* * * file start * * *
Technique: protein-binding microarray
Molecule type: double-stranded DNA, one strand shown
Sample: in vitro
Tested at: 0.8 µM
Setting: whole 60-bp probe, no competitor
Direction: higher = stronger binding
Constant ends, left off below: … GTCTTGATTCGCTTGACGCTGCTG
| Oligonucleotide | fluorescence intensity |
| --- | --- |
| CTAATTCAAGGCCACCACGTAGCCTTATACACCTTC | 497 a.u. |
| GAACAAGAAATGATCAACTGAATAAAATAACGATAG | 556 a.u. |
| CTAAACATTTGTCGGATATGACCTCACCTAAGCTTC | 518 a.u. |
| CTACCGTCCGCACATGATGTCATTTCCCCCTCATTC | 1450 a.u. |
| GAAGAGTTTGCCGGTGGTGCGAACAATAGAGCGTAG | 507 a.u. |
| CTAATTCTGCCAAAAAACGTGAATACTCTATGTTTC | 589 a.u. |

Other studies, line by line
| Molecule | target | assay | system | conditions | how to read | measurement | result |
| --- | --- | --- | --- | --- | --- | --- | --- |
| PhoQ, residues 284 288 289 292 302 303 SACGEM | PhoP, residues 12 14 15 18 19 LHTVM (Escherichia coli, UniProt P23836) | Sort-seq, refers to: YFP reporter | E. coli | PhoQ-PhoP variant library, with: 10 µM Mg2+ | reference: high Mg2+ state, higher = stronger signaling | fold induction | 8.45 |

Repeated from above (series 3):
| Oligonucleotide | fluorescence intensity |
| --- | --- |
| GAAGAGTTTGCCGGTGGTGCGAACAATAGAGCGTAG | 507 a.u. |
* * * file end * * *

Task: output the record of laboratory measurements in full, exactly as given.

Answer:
Technique: protein-binding microarray
Molecule type: double-stranded DNA, one strand shown
Sample: in vitro
Tested at: 0.8 µM
Setting: whole 60-bp probe, no competitor
Direction: higher = stronger binding
Constant ends, left off below: … GTCTTGATTCGCTTGACGCTGCTG
| Oligonucleotide | fluorescence intensity |
| --- | --- |
| CTAATTCAAGGCCACCACGTAGCCTTATACACCTTC | 497 a.u. |
| GAACAAGAAATGATCAACTGAATAAAATAACGATAG | 556 a.u. |
| CTAAACATTTGTCGGATATGACCTCACCTAAGCTTC | 518 a.u. |
| CTACCGTCCGCACATGATGTCATTTCCCCCTCATTC | 1450 a.u. |
| GAAGAGTTTGCCGGTGGTGCGAACAATAGAGCGTAG | 507 a.u. |
| CTAATTCTGCCAAAAAACGTGAATACTCTATGTTTC | 589 a.u. |

Other studies, line by line
| Molecule | target | assay | system | conditions | how to read | measurement | result |
| --- | --- | --- | --- | --- | --- | --- | --- |
| PhoQ, residues 284 288 289 292 302 303 SACGEM | PhoP, residues 12 14 15 18 19 LHTVM (Escherichia coli, UniProt P23836) | Sort-seq, refers to: YFP reporter | E. coli | PhoQ-PhoP variant library, with: 10 µM Mg2+ | reference: high Mg2+ state, higher = stronger signaling | fold induction | 8.45 |

Repeated from above (series 3):
| Oligonucleotide | fluorescence intensity |
| --- | --- |
| GAAGAGTTTGCCGGTGGTGCGAACAATAGAGCGTAG | 507 a.u. |